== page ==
A Bayesian filter is a program that uses Bayesian logic (also called Bayesian analysis) to evaluate the header and content of an incoming e-mail message and determine the probability that it constitutes spam. Bayesian logic is an extension of the work of the 18th-century English mathematician Thomas Bayes.
Bayesian filters aren't perfect, but because spam characteristically contains certain types of text, such a program can be amazingly effective when it is fine-tuned over a period of time. A Bayesian filter works by categorizing e-mail into groups such as "trusted" and "suspect," based on a probability number (ranging from 0 or 0% to 1 or 100%). The categories are defined according to user preference.
Spammers are constantly trying to invent new ways to defeat spam filters. Certain words, commonly identified as characteristic of spam, can be altered by the insertion of symbols (such as periods), or by the use of nonstandard but readable characters. But as the user instructs a Bayesian filter to quarantine or delete certain messages, the filter incorporates this data into its future actions. Thus a Bayesian filter improves with time, so it becomes more likely to block spam without also blocking desired messages.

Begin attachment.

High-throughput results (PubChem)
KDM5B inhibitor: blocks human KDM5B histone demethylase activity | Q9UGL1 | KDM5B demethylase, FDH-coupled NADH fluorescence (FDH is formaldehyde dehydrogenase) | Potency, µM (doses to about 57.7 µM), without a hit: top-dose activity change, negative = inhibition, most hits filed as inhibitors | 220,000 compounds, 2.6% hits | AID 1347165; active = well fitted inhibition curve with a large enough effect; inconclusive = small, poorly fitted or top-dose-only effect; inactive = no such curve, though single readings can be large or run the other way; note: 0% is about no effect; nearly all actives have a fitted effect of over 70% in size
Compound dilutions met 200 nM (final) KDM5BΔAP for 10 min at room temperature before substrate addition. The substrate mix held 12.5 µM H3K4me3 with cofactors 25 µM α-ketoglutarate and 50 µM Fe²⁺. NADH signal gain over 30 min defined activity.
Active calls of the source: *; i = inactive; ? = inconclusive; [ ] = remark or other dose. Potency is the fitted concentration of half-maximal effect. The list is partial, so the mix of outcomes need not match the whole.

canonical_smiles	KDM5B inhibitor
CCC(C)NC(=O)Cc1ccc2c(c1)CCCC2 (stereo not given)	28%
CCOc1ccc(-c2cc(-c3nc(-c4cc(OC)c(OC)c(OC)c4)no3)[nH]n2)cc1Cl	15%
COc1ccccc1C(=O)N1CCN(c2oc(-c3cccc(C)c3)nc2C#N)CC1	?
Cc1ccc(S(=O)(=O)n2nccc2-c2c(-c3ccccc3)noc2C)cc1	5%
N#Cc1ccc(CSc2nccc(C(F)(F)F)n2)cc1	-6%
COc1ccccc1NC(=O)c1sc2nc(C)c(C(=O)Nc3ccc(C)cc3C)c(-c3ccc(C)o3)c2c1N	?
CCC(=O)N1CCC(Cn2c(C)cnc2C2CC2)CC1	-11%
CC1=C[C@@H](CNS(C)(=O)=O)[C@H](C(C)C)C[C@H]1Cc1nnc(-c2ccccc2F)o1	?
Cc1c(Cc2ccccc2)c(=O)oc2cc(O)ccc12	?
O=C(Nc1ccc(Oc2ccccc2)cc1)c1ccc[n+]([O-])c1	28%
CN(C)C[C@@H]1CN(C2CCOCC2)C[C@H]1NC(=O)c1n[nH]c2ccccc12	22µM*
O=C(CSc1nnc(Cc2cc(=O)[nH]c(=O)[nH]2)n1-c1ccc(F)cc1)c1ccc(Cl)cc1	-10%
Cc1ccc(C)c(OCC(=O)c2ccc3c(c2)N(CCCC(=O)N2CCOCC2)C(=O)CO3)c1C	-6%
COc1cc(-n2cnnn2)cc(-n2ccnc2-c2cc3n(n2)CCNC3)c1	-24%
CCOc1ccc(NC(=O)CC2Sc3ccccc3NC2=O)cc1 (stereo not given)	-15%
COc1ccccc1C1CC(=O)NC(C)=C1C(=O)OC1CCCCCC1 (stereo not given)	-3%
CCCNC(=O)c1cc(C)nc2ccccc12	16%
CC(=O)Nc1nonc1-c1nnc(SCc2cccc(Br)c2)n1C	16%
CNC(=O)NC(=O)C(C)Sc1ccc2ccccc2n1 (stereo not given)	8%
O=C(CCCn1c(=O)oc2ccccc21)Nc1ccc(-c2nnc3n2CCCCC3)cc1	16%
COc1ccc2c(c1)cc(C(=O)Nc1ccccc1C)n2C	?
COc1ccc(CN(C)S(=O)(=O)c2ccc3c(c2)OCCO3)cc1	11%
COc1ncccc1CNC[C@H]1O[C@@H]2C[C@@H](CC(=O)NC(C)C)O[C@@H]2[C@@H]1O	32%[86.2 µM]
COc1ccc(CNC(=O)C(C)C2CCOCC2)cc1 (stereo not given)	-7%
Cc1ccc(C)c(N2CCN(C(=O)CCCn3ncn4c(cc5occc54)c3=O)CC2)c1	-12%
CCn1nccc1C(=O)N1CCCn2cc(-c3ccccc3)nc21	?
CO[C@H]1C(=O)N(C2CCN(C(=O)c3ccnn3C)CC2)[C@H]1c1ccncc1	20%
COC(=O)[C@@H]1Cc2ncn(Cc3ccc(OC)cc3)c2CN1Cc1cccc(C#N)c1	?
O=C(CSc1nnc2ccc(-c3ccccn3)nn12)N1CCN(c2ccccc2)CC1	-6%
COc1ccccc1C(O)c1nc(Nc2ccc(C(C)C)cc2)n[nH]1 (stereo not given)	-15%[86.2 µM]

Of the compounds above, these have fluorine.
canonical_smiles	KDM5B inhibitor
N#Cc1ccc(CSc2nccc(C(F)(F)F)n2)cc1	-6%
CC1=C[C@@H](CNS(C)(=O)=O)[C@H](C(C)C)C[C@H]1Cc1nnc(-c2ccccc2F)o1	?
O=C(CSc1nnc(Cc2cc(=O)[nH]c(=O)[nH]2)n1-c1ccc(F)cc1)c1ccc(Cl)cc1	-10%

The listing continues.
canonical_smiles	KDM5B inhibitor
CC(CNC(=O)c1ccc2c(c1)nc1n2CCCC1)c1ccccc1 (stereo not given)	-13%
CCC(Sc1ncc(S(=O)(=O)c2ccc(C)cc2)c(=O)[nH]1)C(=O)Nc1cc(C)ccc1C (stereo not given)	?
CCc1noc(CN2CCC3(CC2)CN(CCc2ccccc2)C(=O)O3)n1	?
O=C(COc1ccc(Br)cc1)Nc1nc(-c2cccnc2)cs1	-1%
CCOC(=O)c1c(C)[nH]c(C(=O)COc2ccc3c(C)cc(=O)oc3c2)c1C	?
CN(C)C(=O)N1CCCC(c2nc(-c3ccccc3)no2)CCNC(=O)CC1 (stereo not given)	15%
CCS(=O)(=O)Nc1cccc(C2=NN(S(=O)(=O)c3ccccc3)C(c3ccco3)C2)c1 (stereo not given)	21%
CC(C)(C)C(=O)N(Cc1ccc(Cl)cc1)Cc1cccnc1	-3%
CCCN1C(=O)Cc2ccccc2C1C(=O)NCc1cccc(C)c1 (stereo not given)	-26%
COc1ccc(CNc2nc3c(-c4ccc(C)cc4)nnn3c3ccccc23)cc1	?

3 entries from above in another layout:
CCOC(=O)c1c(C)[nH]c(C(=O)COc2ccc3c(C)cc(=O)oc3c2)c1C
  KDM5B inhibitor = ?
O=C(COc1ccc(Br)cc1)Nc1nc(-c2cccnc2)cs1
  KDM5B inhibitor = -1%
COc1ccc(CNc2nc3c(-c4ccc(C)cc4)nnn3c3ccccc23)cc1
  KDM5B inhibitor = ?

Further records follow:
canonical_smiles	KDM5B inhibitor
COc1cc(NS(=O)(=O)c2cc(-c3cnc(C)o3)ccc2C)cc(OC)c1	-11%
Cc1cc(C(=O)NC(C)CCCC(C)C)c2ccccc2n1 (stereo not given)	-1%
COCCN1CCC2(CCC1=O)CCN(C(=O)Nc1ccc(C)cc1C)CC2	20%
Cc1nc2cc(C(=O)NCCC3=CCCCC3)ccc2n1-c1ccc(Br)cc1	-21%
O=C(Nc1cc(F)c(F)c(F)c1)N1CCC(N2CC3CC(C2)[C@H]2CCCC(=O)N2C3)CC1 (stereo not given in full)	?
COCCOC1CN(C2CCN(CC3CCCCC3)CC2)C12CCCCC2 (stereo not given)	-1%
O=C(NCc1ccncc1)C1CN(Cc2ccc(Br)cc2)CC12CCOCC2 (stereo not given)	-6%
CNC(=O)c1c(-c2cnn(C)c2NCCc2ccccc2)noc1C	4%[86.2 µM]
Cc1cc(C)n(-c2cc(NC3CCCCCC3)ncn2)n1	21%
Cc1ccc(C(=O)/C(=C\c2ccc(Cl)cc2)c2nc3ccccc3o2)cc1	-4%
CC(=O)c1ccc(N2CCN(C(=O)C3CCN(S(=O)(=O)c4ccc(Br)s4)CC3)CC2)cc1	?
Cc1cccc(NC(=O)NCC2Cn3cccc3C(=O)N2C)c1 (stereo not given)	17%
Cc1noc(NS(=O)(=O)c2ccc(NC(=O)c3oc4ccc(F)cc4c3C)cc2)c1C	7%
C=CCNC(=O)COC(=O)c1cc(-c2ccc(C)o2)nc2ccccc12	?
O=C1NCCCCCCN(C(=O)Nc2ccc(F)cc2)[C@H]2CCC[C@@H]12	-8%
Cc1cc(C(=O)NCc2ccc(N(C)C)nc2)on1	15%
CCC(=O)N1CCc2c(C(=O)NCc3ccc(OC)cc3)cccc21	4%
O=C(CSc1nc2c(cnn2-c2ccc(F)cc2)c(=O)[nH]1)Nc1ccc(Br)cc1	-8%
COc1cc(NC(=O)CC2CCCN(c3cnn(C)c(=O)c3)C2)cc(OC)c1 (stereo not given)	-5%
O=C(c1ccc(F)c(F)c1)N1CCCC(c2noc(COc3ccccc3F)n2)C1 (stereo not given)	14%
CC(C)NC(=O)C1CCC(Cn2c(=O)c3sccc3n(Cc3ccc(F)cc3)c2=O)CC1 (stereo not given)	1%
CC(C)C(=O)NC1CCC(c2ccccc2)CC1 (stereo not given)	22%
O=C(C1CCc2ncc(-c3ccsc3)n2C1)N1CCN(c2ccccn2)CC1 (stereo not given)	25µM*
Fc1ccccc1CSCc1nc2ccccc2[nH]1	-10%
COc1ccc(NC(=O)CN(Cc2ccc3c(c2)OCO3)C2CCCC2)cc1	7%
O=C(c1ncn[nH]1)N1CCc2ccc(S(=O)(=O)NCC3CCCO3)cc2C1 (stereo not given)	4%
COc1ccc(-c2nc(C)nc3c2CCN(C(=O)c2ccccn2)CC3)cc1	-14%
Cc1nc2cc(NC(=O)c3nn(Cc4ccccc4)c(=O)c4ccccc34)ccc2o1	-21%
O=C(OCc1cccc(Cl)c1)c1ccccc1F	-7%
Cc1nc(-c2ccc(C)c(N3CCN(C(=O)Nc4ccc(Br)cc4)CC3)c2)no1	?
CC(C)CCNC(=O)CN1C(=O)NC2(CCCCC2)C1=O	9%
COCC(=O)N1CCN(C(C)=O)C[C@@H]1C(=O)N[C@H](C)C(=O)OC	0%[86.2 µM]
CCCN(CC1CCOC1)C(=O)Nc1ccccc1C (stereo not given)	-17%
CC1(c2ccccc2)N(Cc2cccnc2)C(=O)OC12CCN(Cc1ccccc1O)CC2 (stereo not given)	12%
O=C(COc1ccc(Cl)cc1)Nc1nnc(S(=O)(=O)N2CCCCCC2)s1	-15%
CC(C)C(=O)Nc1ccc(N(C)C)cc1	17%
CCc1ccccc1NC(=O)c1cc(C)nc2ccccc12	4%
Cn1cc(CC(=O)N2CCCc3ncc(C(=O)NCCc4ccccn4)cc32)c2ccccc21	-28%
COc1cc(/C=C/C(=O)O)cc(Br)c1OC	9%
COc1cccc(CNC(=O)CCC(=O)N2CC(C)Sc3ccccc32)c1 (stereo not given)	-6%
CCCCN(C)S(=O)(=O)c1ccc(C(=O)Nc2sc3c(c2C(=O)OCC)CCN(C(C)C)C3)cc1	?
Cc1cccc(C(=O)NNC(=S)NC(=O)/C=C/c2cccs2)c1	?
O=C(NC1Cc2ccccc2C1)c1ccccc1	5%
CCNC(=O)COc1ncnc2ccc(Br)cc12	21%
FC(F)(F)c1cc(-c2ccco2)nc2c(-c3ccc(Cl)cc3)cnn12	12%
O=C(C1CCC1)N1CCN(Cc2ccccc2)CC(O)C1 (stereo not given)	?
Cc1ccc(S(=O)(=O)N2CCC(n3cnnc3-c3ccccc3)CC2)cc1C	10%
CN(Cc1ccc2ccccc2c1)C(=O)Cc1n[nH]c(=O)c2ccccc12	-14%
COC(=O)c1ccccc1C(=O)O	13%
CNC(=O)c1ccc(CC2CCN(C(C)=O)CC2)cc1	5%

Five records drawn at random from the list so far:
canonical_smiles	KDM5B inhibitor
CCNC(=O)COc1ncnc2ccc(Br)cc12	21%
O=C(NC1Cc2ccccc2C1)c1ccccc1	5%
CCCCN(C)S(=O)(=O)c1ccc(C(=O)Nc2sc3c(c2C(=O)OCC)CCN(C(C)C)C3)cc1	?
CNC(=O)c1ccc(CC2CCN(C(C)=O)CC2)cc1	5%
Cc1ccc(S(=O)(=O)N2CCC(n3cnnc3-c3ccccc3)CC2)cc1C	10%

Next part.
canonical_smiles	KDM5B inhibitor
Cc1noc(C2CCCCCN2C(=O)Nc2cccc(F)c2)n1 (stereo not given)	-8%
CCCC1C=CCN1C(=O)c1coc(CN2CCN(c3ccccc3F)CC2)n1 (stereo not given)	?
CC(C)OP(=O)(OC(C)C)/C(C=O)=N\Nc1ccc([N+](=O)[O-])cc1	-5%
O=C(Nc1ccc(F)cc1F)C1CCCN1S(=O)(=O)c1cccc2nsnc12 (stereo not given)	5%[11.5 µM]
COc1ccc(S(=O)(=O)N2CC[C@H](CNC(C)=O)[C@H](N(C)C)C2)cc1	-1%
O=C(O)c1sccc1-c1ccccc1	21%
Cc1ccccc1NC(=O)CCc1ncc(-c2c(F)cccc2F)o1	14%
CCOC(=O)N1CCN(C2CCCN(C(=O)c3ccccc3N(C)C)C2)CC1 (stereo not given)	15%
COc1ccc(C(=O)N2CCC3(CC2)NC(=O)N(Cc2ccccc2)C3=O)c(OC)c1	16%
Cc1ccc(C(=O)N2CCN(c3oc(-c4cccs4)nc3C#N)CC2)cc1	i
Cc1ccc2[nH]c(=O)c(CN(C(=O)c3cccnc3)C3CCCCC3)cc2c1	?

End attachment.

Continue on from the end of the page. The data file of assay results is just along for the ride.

Bayesian filters are best used in conjunction with anti-virus programs. Malicious viruses or worms can occasionally appear as attachments to e-mail messages, even from trusted sources.